- The Washington Times - Saturday, June 7, 2003

However you measure the remaining life of the Fidel Castro regime in Cuba, it has clearly passed from autumn to a bleak mid-winter. A month ago, three young Cubans died by firing squad for attempting to escape that imprisoned island. Their summary trials were closed even to their own families, who were refused permission to visit them in prison before they died.

A few days before these young men were executed, Mr. Castro imprisoned more than 75 of their fellow countrymen for reading and lending forbidden books by Dr. Martin Luther King, Czech human rights champion Vaclav Havel, and Cuba’s independence hero, Jose Marti. Mr. Castro claimed his regime sentenced these Cubans to prison terms ranging from 12 to 28 years for sending reports of human-rights abuses to the outside world, and for meeting with U.S. diplomats, but the reality is that they were seeking only their fundamental rights. Clearly, Fidel Castro, in his twilight years, in the winter of his discontent, violently lashes out at all those who repudiate his failed utopia.

The Department of State Human Rights Report for 2002 provides the chilling reminder that Cuban government repression is not new. As the U.S. secretary of state said at a briefing last month: “With respect to Cuba, it has always had a horrible human rights record. And rather than improving as we go into the 21st century, it’s getting worse.”

President George Bush, Secretary of State Colin Powell, National Security Adviser Condoleezza Rice and other administration officials are currently reviewing all the ways in which the U.S. government can further advance the president’s Initiative for a New Cuba, which he announced last year. The president said on May 20, 2002: “Our plan is to accelerate freedom’s progress in Cuba in every way possible, just as the United States and our democratic friends and allies did successfully in places like Poland, or in South Africa….”

Predictably, Mr. Castro opposes any steps toward freedom and democracy, and he blames the United States for “provoking” his own atrocities. He has recently singled out James Cason, the head of the U.S. Interests Section in Havana for meeting openly with peaceful Cuban human-rights activists and independent librarians and journalists.

Mr. Castro also blames the United States Agency for International Development (USAID), because we and our grantees, in support of U.S. policy goals, have provided the Cuban people over the past six years with more than 1.7 million books, newsletters and video cassettes on issues related to democracy, human rights and free enterprise. Mr. Castro denounces USAID for providing more than 10,000 shortwave radios to the Cuban people so they can listen, if they wish, to the Voice of America, Radio Marti, the BBC, Radio Netherlands and other uncensored international broadcasts. Mr. Castro condemns USAID because our grantees have distributed more than 120,000 pounds of food and medicine to the families of political prisoners in Cuba and to other victims of Mr. Castro’s repression.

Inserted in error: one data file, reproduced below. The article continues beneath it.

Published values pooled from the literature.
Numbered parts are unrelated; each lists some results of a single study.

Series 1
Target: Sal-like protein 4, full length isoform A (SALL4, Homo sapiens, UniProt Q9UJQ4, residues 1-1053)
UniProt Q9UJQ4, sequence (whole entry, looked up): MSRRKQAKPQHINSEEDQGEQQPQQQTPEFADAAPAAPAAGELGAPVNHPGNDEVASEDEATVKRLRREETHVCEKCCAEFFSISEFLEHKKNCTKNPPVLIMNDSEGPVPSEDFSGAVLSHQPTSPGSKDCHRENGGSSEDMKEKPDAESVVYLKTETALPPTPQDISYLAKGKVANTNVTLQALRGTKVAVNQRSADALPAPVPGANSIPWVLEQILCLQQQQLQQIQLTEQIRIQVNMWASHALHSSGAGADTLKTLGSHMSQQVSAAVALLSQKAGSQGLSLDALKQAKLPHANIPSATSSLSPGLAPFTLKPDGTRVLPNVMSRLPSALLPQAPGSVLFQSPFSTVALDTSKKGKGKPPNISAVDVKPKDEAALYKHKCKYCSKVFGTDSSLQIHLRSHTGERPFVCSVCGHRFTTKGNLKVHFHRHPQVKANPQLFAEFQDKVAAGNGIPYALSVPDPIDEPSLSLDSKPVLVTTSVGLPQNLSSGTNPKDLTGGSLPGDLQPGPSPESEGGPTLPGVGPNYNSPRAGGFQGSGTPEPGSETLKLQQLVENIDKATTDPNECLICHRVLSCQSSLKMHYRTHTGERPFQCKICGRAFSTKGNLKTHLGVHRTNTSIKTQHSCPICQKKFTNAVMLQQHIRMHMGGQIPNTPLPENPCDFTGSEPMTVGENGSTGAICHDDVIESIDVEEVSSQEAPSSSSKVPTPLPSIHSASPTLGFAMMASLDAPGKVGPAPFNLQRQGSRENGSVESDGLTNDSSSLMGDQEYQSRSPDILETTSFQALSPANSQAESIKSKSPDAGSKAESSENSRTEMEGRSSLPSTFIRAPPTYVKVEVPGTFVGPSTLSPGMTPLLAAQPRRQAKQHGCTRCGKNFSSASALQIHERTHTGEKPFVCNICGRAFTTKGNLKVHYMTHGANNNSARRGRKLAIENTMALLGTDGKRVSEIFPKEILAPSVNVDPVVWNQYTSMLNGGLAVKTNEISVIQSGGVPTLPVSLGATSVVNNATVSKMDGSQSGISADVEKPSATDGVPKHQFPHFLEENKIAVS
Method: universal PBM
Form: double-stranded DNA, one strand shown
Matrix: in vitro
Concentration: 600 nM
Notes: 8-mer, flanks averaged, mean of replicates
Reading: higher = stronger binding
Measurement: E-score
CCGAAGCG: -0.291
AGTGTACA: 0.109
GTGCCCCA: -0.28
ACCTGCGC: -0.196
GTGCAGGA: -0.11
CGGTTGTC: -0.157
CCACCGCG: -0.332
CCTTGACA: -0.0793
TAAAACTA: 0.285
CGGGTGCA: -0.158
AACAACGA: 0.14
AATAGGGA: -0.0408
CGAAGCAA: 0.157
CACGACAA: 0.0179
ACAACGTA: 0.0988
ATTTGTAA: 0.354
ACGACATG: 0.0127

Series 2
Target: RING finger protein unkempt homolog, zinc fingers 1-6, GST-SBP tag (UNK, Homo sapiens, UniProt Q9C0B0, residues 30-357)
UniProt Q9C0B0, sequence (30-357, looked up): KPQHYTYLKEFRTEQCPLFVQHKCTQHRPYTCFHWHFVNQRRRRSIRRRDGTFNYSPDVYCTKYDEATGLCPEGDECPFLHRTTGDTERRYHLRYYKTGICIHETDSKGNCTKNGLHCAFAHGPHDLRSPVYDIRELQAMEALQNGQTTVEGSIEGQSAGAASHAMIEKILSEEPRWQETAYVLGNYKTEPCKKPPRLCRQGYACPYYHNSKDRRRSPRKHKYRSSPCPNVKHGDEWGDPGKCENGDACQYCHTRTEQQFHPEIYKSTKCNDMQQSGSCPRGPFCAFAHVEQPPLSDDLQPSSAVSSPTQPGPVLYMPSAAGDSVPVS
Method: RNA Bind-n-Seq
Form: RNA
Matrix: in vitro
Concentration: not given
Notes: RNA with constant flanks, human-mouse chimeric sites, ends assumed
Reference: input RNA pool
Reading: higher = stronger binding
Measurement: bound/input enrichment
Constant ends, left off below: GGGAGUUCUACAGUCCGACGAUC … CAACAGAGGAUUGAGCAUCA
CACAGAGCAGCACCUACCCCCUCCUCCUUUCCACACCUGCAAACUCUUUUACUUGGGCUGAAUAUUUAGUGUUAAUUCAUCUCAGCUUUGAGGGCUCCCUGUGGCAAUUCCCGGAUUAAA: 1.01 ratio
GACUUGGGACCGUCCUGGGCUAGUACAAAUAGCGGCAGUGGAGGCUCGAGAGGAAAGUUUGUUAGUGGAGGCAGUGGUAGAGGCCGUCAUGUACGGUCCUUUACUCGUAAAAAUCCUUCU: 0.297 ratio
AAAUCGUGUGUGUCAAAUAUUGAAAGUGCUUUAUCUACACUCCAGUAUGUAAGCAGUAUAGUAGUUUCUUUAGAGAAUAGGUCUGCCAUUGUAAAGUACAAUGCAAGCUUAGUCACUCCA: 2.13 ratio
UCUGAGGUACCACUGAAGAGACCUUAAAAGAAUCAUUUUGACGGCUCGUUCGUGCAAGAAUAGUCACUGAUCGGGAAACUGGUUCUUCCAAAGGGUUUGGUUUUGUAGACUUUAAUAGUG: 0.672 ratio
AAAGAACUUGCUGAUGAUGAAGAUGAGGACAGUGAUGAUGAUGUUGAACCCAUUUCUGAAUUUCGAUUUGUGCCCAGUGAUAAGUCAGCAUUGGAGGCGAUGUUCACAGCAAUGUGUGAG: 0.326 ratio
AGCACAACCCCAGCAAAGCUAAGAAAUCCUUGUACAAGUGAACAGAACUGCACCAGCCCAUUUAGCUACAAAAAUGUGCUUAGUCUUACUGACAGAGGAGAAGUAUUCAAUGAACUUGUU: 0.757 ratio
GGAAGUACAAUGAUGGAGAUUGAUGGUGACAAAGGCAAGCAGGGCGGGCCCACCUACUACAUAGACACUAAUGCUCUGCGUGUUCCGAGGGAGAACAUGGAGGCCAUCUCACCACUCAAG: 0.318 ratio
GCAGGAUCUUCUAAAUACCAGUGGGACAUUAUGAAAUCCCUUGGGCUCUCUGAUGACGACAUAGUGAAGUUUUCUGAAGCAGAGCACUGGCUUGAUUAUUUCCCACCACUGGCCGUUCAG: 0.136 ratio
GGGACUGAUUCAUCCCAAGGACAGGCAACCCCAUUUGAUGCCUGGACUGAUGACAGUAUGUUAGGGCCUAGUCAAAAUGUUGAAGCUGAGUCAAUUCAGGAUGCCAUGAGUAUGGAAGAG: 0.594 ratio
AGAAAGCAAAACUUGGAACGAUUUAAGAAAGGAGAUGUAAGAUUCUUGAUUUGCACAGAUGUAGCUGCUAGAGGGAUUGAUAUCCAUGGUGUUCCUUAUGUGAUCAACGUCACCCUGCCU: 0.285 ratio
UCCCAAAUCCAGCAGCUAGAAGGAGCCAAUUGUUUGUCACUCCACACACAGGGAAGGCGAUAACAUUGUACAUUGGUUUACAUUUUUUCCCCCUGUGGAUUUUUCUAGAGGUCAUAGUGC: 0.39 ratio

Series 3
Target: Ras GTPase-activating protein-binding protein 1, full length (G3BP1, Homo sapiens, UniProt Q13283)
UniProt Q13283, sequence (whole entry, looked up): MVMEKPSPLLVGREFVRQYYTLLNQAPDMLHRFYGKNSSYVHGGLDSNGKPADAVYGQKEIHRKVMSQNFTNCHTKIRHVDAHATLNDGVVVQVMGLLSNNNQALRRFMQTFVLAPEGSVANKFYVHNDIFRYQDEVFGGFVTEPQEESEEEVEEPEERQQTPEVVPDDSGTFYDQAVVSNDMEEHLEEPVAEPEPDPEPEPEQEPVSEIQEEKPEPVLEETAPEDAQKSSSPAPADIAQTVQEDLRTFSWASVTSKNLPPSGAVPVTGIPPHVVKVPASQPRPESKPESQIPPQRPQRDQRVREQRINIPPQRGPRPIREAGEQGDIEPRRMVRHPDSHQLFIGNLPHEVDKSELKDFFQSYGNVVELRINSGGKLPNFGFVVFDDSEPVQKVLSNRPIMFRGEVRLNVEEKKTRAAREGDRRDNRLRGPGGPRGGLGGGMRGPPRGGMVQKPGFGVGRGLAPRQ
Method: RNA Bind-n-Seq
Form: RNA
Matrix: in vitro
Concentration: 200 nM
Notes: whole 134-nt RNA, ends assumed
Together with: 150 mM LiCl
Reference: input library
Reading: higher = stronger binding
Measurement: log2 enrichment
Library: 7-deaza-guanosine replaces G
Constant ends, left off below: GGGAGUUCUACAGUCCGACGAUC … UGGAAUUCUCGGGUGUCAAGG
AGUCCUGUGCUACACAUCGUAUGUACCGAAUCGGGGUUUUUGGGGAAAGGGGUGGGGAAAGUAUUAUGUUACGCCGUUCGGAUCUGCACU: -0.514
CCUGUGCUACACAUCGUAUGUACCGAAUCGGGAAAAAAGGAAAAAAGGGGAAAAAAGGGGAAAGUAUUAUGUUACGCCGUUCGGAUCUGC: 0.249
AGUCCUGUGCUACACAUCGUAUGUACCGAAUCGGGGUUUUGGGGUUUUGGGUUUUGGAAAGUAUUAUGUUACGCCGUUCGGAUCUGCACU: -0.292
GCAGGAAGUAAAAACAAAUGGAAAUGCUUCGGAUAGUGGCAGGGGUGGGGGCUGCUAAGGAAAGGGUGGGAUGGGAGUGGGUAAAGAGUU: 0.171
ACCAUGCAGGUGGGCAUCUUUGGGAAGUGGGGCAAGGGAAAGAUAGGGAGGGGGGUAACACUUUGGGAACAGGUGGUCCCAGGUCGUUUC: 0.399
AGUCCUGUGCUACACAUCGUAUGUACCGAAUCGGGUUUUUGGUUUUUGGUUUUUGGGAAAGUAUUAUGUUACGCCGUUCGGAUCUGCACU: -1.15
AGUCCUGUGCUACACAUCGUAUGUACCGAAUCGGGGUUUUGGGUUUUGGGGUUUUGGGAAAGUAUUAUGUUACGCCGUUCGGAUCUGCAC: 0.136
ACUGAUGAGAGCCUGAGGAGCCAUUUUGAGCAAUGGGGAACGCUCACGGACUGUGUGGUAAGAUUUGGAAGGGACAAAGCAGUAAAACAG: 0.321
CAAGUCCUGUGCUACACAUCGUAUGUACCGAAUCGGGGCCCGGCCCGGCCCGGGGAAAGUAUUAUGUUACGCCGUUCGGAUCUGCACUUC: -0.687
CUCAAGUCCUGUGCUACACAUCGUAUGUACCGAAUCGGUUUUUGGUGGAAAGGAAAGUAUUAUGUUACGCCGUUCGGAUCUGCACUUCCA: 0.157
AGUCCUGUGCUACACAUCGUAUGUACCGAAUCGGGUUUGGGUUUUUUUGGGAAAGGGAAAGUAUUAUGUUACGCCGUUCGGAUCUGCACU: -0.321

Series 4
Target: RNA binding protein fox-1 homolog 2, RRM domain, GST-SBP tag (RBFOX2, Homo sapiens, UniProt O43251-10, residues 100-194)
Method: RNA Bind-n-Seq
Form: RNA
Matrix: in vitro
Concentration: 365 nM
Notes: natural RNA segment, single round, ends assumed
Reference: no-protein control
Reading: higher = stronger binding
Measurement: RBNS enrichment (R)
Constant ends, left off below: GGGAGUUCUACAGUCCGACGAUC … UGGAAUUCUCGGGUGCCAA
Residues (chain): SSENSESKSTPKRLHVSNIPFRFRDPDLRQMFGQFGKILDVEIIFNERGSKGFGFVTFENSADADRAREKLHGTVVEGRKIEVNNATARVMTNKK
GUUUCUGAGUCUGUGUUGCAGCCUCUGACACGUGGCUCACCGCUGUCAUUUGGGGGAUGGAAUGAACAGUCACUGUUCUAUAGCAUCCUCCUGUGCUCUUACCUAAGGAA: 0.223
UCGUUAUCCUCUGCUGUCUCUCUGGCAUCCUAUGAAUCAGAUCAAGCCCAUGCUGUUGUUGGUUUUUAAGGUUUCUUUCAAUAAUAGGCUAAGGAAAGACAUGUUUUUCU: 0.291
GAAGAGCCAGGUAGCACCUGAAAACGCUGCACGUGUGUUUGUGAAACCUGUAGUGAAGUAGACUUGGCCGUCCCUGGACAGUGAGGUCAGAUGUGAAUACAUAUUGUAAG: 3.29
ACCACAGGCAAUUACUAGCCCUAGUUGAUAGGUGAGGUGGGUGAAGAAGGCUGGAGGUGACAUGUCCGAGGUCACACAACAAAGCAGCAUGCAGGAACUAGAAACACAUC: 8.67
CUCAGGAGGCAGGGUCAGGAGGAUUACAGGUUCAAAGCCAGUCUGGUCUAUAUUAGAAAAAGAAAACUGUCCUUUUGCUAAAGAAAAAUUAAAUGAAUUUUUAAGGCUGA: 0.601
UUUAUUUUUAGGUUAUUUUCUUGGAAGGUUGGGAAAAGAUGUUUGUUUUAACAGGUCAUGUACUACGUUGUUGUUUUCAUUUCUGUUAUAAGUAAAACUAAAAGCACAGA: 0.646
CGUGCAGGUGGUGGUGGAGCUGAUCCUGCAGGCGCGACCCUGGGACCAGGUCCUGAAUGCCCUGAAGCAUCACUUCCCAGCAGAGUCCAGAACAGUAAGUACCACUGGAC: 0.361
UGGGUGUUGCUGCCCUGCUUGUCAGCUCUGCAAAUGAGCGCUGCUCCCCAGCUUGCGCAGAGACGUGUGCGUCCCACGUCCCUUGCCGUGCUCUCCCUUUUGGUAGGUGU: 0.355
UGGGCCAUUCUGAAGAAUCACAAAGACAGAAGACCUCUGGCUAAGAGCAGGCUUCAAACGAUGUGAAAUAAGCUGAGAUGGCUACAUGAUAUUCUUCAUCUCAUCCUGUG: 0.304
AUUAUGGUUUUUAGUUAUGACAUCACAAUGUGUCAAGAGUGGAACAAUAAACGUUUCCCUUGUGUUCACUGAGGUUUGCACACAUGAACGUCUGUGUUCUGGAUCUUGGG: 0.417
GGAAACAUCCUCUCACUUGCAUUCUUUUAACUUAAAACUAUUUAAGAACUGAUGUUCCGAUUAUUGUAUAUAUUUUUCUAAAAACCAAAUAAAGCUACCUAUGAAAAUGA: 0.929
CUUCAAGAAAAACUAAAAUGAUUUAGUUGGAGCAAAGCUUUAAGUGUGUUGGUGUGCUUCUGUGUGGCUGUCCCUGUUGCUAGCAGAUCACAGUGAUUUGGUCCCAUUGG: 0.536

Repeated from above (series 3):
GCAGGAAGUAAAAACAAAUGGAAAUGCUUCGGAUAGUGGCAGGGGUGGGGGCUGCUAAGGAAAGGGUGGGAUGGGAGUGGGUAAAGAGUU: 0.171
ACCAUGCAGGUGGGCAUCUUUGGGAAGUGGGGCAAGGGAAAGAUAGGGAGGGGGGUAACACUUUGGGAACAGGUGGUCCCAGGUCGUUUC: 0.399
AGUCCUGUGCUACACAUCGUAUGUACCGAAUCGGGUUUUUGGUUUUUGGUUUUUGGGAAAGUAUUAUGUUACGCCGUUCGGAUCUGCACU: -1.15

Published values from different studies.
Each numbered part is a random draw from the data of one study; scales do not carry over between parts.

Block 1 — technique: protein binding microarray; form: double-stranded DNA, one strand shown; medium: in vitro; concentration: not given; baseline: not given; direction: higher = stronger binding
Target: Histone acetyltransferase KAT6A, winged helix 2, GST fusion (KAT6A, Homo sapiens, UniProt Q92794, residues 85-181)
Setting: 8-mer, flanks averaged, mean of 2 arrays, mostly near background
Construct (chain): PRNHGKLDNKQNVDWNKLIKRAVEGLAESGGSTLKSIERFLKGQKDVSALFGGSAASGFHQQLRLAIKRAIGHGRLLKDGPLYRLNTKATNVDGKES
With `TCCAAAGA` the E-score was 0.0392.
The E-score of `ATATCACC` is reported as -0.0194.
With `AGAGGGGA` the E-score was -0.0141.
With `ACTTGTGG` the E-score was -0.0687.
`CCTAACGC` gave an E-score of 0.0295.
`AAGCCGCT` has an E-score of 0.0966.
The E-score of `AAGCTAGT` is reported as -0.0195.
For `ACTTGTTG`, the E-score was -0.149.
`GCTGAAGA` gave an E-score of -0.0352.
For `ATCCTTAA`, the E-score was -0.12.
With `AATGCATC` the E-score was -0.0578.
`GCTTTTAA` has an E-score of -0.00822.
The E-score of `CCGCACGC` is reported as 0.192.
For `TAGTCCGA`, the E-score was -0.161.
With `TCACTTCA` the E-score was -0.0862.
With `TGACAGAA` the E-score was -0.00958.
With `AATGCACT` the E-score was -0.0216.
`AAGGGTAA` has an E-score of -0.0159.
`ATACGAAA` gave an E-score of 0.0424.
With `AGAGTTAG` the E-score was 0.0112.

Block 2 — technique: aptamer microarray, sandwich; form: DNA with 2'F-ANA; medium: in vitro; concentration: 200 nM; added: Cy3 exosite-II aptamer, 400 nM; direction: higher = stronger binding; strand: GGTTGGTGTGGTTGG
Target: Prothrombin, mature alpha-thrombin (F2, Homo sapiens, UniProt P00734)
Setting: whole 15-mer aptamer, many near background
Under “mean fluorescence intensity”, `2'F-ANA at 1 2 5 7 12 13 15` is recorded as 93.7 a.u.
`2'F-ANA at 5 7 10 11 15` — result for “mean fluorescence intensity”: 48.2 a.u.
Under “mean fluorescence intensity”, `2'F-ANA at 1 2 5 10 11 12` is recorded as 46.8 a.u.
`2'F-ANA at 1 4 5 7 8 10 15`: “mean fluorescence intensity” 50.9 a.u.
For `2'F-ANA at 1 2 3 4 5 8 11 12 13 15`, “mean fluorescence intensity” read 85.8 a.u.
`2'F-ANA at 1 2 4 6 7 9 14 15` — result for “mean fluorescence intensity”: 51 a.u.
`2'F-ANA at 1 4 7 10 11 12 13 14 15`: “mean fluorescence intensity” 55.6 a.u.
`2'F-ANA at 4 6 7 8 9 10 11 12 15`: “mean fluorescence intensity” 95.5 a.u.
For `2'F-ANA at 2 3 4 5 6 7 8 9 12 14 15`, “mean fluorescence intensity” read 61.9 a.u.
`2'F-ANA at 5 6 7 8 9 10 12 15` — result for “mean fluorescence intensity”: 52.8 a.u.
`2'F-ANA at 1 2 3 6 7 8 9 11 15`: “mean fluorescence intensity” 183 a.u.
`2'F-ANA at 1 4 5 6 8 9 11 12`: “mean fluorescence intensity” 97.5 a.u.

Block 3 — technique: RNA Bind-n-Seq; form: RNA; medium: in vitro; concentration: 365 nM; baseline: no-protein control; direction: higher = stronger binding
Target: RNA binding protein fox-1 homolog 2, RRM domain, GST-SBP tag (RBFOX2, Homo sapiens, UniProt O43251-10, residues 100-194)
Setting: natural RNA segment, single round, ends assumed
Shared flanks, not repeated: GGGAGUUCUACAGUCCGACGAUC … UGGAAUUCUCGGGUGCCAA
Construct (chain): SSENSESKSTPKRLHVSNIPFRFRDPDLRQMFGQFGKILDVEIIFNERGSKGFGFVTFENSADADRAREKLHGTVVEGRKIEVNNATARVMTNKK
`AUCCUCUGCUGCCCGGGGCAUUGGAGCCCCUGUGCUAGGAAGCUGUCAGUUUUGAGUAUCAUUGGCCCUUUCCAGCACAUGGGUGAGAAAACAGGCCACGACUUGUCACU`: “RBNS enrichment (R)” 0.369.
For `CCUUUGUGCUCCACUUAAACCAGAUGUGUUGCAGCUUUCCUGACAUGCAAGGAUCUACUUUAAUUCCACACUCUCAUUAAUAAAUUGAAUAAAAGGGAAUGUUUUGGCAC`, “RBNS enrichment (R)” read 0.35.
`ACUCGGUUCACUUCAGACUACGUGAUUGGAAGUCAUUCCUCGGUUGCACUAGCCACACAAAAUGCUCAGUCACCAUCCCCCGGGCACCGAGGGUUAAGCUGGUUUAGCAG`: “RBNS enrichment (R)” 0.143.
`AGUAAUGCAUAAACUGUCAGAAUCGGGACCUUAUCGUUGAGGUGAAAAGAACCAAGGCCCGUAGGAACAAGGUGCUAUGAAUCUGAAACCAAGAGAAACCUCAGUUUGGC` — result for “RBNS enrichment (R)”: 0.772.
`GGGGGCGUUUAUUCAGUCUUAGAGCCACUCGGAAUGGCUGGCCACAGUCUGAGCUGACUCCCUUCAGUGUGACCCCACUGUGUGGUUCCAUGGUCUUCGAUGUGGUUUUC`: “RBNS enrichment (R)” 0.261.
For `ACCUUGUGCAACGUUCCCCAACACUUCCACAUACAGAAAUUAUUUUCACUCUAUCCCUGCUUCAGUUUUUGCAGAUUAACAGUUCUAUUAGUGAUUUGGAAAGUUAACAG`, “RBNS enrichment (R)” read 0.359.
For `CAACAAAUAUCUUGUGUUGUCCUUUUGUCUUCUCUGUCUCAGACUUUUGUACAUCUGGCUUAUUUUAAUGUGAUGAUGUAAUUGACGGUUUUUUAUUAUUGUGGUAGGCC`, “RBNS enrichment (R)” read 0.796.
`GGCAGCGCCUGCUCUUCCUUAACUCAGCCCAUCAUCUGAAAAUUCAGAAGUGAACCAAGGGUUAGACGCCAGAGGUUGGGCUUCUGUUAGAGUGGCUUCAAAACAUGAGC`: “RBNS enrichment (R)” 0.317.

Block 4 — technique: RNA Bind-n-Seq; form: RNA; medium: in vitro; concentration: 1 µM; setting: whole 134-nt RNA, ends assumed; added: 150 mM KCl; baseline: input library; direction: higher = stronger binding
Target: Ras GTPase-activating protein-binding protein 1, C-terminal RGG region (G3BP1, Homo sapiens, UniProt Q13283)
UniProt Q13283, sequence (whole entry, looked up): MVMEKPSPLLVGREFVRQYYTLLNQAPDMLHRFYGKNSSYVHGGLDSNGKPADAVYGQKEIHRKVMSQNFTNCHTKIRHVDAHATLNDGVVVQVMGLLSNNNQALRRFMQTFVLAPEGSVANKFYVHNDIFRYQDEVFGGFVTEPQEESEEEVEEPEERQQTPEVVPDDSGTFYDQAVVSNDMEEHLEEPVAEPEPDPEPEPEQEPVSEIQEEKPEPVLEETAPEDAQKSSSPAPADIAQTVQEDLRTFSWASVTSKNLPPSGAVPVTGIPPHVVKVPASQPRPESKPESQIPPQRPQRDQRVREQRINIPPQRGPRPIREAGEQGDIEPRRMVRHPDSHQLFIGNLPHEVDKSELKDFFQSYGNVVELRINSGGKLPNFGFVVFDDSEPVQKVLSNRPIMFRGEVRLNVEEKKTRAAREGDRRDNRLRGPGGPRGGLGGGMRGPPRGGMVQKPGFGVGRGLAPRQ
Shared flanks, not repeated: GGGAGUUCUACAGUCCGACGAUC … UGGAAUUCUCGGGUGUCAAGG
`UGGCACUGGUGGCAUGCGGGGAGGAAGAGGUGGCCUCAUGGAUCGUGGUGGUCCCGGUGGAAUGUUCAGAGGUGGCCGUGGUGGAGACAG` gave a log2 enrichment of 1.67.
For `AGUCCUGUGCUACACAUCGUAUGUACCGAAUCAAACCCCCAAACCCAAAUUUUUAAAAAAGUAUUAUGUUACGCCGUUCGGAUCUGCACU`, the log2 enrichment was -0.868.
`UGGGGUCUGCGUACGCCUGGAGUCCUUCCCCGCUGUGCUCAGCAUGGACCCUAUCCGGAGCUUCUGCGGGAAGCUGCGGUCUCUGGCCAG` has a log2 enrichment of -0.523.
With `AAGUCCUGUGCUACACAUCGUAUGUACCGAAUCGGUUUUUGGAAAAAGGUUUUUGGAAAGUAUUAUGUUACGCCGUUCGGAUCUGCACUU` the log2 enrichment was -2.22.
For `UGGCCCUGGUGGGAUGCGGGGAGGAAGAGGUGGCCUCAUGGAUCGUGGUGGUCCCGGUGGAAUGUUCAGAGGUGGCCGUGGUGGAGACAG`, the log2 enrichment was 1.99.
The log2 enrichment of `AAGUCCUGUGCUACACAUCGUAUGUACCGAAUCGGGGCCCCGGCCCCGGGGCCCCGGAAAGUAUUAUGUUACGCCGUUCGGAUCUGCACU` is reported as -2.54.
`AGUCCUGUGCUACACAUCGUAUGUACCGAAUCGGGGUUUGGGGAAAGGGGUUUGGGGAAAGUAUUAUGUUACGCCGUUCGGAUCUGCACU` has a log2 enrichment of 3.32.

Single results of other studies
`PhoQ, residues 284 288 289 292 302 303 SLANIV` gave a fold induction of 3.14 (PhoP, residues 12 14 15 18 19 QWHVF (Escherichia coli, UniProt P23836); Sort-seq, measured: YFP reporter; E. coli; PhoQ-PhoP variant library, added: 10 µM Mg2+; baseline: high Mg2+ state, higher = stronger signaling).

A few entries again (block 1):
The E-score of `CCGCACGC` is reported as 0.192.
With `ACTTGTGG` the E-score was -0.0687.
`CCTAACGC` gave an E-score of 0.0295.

USAID Administrator Andrew Natsios has pledged that USAID will continue to expand this work as part of the overall U.S. effort to promote a rapid, peaceful transition to democracy in Cuba. In doing so, we follow a proud American tradition of full, uncompromising, support for democracy and human rights around the world.

During the darkest days of the Soviet empire, the United States provided hope and encouragement to captive Soviet populations through systematic efforts to increase the flow of accurate information on democracy, human rights and free enterprise. Human rights activists in those countries — whether Polish, Hungarian, Czech, Romanian, Russian or of other nationalities — received books, newspapers, shortwave radios, and other assistance to help them communicate with one another and with the outside world.

USAID is well prepared to heed the president’s call to promote democracy in Cuba as we helped to around the world. Mr. Castro should be well aware that our commitment to help the Cuban people achieve democracy and freedom will not falter and will not cease. Cuba will be free.

Adolfo A. Franco is the assistant administrator for the Latin American and Caribbean Bureau at the U.S. Agency for International Development.

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